Sunday, July 10, 2016

Staying on the Path with the Word of Christ

Follow in His Footsteps
by Liz Lemon Swindle
If you knew your time on earth was coming to a close, what would you tell your children, your friends and your loved ones to help them with their sojourn here? If you could write just two or three pages that you knew would be read by faithful seekers of truth for thousands of years, what would you include on those pages?

In the final chapters of 2 Nephi, the prophet for whom that book is named had that very opportunity, which he used to summarize the gospel plan. The primary purpose of our life on earth is to qualify to return to live with our Heavenly Father. Our physical bodies, the tests and trials we endure, and everything else that is part of living here on earth is ancillary to this main objective.

Nephi explains in 2 Nephi 31 that the path that leads us back to our Heavenly Father begins with living the gospel. Scripturally defined, this means we are striving each day to have faith, to repent of our sins and correct our mistakes, to make and keep sacred covenants such as baptism and to be worthy of and willing to listen to the voice of the Holy Ghost. This is how we find the path.

“And now, my beloved brethren, after ye have gotten into this strait and narrow path, I would ask if all is done? Behold, I say unto you, Nay: for ye have not come thus far save it were by the word of Christ with unshaken faith in him, relying wholly upon the merits of him who is mighty to save.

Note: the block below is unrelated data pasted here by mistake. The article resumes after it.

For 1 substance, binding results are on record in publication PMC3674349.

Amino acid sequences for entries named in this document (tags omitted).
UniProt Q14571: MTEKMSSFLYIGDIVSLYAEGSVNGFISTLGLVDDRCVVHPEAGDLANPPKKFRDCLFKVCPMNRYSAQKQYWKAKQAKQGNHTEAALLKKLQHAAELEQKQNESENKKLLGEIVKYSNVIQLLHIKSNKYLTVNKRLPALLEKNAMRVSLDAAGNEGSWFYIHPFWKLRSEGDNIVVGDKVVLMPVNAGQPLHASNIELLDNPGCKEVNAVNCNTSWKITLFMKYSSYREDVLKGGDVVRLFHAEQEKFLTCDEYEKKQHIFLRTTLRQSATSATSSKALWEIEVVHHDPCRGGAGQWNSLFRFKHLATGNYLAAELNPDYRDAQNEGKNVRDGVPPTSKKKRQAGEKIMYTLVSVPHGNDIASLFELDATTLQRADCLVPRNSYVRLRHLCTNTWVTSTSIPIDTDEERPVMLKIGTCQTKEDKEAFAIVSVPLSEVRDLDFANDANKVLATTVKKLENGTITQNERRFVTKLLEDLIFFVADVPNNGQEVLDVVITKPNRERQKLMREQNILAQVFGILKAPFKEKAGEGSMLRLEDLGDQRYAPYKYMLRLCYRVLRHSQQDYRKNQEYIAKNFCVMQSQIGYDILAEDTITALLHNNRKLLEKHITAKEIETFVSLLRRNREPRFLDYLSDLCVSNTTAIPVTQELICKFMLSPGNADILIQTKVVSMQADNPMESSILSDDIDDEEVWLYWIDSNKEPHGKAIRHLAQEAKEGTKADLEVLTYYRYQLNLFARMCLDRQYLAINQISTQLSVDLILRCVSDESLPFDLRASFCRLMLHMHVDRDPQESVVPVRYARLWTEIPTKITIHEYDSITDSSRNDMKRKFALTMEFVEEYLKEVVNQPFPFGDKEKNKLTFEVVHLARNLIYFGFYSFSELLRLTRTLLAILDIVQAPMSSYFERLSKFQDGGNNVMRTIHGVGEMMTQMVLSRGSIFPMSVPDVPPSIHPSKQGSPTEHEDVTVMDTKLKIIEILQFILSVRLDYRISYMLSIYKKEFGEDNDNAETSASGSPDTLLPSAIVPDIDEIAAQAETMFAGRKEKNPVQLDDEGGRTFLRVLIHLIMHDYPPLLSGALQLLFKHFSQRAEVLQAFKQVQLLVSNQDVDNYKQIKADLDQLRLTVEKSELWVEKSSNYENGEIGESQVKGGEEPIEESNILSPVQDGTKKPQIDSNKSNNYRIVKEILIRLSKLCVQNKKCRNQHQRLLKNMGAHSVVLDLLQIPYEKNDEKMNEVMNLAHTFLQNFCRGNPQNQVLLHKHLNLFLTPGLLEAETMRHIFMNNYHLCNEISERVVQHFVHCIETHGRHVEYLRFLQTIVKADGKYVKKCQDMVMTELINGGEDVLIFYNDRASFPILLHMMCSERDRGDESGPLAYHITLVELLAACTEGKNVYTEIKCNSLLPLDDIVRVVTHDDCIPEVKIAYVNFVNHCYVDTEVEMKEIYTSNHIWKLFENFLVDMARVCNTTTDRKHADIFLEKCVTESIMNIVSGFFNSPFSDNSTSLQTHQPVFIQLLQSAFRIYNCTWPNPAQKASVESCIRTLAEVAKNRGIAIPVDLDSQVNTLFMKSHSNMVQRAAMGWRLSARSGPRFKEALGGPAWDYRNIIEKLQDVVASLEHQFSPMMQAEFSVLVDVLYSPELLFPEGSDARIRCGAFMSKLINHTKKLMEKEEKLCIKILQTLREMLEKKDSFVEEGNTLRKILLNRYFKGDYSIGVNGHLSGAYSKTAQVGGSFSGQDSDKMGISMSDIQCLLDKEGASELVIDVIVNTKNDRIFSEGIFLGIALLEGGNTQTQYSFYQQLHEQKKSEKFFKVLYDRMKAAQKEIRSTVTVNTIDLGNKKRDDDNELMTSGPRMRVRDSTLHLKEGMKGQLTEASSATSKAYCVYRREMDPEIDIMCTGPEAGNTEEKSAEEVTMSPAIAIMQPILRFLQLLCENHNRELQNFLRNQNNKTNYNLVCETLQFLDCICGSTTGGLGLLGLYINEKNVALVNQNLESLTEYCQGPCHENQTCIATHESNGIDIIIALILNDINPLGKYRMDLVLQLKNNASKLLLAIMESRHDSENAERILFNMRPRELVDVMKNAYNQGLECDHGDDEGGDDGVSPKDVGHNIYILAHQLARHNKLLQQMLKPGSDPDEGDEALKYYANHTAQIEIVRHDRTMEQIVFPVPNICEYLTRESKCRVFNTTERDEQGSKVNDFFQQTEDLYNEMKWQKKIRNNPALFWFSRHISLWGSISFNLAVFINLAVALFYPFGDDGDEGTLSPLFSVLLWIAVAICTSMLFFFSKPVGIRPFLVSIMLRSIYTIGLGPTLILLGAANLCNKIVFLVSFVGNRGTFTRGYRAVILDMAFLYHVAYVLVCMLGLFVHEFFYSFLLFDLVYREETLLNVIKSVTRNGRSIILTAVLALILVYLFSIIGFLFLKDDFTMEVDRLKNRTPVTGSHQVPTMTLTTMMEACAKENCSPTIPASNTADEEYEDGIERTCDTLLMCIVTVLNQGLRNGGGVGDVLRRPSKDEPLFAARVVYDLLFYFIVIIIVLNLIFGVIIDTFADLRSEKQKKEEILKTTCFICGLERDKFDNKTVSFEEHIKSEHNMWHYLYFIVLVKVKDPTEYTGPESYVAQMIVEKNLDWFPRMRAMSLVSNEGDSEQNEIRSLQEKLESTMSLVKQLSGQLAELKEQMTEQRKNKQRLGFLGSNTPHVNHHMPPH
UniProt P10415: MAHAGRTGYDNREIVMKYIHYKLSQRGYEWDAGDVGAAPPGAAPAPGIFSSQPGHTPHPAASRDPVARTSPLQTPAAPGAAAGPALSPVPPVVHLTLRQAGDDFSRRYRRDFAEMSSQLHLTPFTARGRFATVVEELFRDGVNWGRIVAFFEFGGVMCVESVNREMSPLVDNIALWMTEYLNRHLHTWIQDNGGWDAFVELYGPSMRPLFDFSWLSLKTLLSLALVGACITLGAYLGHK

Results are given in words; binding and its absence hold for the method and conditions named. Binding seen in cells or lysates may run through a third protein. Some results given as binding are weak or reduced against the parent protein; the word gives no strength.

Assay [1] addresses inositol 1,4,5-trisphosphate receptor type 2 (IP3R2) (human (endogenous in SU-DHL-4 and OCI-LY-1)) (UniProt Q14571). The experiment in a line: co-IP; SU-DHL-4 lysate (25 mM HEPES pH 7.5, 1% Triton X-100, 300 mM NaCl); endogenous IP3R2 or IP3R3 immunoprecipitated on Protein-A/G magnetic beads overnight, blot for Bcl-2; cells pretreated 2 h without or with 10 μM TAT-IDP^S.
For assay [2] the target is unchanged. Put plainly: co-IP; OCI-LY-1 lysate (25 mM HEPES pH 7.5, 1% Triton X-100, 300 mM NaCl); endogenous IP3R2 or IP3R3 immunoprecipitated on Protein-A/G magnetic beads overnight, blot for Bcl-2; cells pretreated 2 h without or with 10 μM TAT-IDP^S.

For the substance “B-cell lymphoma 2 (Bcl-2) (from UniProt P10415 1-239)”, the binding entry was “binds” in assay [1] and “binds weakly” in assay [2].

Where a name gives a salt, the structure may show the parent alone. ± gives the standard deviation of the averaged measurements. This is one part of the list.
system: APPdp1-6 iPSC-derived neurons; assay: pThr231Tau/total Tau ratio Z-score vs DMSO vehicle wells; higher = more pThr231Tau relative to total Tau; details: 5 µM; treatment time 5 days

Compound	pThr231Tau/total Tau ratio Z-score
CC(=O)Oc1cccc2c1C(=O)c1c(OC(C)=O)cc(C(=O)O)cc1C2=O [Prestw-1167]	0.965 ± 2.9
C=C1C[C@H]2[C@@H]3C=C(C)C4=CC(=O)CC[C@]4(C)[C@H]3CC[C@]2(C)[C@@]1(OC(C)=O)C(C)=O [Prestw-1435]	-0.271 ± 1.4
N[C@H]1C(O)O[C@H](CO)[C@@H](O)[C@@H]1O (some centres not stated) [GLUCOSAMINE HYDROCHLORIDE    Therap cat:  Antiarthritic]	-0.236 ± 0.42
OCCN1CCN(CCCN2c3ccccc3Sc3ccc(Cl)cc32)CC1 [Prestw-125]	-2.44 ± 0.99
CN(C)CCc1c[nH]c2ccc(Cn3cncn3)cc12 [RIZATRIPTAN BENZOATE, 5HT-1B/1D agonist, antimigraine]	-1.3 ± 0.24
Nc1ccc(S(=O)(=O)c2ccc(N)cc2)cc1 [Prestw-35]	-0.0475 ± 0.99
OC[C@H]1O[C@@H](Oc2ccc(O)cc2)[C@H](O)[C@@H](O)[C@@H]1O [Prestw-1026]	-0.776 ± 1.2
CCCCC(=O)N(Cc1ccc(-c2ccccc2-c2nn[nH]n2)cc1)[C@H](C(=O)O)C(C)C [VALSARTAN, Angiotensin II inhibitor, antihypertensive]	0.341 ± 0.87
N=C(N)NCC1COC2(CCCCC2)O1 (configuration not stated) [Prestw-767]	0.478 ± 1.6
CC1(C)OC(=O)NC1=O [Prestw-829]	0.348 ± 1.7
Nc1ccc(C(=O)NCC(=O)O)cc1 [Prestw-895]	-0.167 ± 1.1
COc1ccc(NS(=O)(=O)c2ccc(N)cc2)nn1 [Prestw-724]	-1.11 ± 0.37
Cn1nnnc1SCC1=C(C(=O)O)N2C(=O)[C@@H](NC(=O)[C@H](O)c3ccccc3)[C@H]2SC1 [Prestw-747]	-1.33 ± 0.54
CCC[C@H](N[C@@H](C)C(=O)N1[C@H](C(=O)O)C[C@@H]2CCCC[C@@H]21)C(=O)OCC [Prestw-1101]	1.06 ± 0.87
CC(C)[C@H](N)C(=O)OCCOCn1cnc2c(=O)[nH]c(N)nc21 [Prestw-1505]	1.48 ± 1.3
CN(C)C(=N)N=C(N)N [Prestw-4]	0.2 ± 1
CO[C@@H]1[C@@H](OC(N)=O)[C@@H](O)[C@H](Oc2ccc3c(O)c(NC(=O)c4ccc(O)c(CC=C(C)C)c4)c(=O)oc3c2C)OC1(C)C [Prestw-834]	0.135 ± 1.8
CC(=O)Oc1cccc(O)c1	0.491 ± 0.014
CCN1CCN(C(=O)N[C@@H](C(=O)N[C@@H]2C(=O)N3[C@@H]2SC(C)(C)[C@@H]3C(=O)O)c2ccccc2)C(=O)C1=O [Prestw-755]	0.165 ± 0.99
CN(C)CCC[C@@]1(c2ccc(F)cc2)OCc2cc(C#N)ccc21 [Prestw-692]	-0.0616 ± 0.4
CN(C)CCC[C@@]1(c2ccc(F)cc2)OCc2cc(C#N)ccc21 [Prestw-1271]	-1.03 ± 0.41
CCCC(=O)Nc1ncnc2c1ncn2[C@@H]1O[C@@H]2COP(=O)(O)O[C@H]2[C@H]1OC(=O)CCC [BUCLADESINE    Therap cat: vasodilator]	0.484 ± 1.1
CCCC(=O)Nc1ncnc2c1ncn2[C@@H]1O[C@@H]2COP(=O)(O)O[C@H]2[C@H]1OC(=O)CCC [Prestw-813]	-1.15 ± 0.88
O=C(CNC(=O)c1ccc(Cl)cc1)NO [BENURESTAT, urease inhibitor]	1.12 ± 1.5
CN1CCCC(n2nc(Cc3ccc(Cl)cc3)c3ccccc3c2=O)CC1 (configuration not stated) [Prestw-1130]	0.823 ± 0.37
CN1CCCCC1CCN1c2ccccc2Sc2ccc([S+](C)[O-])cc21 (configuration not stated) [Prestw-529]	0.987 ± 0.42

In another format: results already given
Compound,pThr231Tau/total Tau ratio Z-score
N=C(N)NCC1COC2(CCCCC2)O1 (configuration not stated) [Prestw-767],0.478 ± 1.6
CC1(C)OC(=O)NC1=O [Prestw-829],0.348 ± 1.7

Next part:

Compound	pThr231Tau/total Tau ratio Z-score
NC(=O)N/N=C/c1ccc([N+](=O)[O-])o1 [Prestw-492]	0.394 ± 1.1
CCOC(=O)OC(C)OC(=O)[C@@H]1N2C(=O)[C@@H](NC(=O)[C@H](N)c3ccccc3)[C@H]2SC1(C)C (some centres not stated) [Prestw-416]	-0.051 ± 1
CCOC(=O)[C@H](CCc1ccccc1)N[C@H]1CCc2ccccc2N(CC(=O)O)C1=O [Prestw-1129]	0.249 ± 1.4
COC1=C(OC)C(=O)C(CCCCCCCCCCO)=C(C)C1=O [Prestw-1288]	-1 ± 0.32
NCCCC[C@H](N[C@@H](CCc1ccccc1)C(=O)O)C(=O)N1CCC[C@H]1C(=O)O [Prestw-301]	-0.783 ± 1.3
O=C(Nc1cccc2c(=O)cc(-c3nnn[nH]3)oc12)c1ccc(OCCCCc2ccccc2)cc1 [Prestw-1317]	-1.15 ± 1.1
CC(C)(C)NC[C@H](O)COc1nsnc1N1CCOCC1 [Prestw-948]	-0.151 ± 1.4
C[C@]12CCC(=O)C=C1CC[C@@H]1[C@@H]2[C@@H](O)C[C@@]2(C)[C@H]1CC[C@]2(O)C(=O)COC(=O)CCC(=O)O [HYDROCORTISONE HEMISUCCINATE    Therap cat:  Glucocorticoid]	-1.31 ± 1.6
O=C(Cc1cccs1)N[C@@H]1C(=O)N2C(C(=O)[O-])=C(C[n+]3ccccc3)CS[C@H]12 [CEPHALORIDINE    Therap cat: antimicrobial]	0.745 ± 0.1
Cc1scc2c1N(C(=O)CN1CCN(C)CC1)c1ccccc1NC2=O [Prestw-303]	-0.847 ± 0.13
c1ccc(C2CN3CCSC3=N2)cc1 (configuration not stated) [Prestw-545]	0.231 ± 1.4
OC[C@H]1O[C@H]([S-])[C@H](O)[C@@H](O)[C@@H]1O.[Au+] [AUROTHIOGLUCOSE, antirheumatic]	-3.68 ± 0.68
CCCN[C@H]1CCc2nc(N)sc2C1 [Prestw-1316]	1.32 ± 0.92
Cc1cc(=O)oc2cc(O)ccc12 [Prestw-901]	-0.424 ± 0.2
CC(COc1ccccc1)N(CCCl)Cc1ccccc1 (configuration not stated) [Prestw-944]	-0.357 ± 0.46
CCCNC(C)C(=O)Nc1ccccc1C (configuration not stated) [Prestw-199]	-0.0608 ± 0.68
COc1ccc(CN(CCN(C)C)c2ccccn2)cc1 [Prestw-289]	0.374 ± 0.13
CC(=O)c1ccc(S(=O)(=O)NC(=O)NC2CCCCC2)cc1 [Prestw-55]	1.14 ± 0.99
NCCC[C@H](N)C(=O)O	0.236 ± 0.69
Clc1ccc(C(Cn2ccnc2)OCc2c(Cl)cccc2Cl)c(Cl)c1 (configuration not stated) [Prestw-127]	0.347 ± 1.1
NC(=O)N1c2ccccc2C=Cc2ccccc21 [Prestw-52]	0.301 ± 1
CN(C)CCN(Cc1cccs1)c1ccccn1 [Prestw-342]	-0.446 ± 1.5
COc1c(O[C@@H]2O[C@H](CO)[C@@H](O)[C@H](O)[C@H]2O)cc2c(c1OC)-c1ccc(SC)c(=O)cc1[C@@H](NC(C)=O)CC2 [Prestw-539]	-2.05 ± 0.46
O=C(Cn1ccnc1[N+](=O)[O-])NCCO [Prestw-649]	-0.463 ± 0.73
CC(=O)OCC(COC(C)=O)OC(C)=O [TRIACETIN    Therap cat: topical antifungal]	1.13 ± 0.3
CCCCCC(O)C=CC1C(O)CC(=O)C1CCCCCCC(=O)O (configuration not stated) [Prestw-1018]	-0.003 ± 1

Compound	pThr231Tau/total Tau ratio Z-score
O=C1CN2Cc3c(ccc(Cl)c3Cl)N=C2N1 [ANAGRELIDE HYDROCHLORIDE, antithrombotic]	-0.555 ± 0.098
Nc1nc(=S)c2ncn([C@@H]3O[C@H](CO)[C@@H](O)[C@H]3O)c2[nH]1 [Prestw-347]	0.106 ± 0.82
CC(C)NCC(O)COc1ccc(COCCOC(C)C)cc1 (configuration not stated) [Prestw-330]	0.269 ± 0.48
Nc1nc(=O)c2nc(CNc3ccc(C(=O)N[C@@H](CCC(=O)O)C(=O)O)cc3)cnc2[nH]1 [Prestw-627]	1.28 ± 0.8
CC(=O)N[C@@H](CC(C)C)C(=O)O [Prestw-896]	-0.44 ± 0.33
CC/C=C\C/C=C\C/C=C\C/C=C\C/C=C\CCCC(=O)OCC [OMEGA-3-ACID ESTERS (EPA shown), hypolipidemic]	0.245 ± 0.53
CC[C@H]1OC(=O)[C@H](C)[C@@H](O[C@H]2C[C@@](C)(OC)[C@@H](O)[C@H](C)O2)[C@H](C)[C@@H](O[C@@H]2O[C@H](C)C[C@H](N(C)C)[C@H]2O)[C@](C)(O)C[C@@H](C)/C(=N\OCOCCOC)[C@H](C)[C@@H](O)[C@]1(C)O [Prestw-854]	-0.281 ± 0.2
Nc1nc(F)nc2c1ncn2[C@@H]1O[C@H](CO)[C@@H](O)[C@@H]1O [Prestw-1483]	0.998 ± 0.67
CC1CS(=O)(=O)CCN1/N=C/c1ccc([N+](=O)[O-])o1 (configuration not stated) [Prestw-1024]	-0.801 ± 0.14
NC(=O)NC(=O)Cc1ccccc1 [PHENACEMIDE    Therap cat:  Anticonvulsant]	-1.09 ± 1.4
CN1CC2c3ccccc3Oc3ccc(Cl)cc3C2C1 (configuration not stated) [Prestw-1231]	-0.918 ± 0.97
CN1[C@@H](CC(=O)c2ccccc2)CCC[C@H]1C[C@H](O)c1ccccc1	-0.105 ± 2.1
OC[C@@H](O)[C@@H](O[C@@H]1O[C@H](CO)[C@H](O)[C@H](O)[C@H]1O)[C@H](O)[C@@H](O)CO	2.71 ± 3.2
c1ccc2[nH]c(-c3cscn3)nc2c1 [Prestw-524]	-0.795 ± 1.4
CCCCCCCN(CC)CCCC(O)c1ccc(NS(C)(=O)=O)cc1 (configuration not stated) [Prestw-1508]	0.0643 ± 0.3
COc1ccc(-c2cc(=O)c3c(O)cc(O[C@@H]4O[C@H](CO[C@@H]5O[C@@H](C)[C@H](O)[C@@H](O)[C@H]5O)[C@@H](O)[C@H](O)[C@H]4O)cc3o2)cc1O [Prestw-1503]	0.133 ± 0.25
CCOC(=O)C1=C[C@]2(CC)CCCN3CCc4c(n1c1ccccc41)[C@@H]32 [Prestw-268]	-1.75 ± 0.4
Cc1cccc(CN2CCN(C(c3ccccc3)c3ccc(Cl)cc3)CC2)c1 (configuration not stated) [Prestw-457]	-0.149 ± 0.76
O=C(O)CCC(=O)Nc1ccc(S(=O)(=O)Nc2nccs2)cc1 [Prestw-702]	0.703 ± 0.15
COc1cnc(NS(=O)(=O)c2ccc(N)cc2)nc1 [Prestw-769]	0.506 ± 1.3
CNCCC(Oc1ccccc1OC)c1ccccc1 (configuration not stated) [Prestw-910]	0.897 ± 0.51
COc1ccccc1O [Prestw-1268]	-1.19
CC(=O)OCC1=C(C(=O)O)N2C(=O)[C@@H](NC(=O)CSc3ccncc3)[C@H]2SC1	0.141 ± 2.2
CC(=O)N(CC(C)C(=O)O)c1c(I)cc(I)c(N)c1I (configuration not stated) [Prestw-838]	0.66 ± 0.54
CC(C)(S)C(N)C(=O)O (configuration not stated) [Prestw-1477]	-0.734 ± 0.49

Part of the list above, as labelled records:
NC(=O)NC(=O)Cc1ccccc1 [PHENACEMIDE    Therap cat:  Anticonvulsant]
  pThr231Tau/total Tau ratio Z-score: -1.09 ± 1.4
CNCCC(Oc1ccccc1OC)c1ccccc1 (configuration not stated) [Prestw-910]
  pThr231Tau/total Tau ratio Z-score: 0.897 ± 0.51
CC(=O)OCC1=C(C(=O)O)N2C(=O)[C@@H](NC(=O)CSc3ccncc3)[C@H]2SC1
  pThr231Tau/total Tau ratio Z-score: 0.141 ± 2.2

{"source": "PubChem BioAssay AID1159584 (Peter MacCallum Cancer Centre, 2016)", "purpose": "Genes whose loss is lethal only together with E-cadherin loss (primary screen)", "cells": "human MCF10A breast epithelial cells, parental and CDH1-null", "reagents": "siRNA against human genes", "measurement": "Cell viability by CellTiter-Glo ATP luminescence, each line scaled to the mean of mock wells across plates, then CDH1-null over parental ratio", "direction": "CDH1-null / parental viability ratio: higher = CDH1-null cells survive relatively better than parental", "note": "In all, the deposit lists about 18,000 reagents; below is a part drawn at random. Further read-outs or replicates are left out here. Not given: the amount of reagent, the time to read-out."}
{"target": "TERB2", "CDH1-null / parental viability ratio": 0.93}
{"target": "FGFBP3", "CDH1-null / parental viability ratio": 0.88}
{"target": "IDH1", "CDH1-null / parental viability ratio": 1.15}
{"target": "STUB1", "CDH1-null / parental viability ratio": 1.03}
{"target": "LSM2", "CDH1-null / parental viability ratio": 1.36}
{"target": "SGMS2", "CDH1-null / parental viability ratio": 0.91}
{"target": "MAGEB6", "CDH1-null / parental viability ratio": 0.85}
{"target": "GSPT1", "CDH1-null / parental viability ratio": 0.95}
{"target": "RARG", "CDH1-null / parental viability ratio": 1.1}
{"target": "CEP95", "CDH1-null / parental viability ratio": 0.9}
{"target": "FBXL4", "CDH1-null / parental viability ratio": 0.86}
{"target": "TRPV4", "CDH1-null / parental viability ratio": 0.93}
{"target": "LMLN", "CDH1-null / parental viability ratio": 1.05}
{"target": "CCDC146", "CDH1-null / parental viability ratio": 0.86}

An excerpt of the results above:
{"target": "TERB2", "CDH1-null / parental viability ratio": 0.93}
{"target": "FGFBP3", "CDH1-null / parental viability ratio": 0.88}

“Wherefore, ye must press forward with a steadfastness in Christ, having a perfect brightness of hope, and a love of God and of all men. Wherefore, if ye shall press forward, feasting upon the word of Christ, and endure to the end, behold, thus saith the Father: Ye shall have eternal life” (2 Nephi 31:19-20).

Nephi emphasizes here that we find our faith through the word of Christ and that, once we have found the path that leads to eternal life, we start walking along the path by “feasting upon the word of Christ” and enduring to the end. He emphasizes this again in Chapter 32, in which Nephi explains how to stay on the path once you have found it.

“Angels speak by the power of the Holy Ghost; wherefore, they speak the words of Christ. Wherefore, I said unto you, feast upon the words of Christ; for behold, the words of Christ will tell you all things what ye should do.

“And now I, Nephi… am left to mourn because of the unbelief, and the wickedness, and the ignorance, and the stiffneckedness of men; for they will not search knowledge, nor understand great knowledge, when it is given to them in plainness, even as plain as word can be… But behold, I say unto you that ye must pray always, and not faint; that ye must not perform any thing unto the Lord save in the first place ye shall pray unto the Father in the name of Christ, that he will consecrate thy performance unto thee, that thy performance may be for the welfare of thy soul” (2 Nephi 32:3, 7, 9).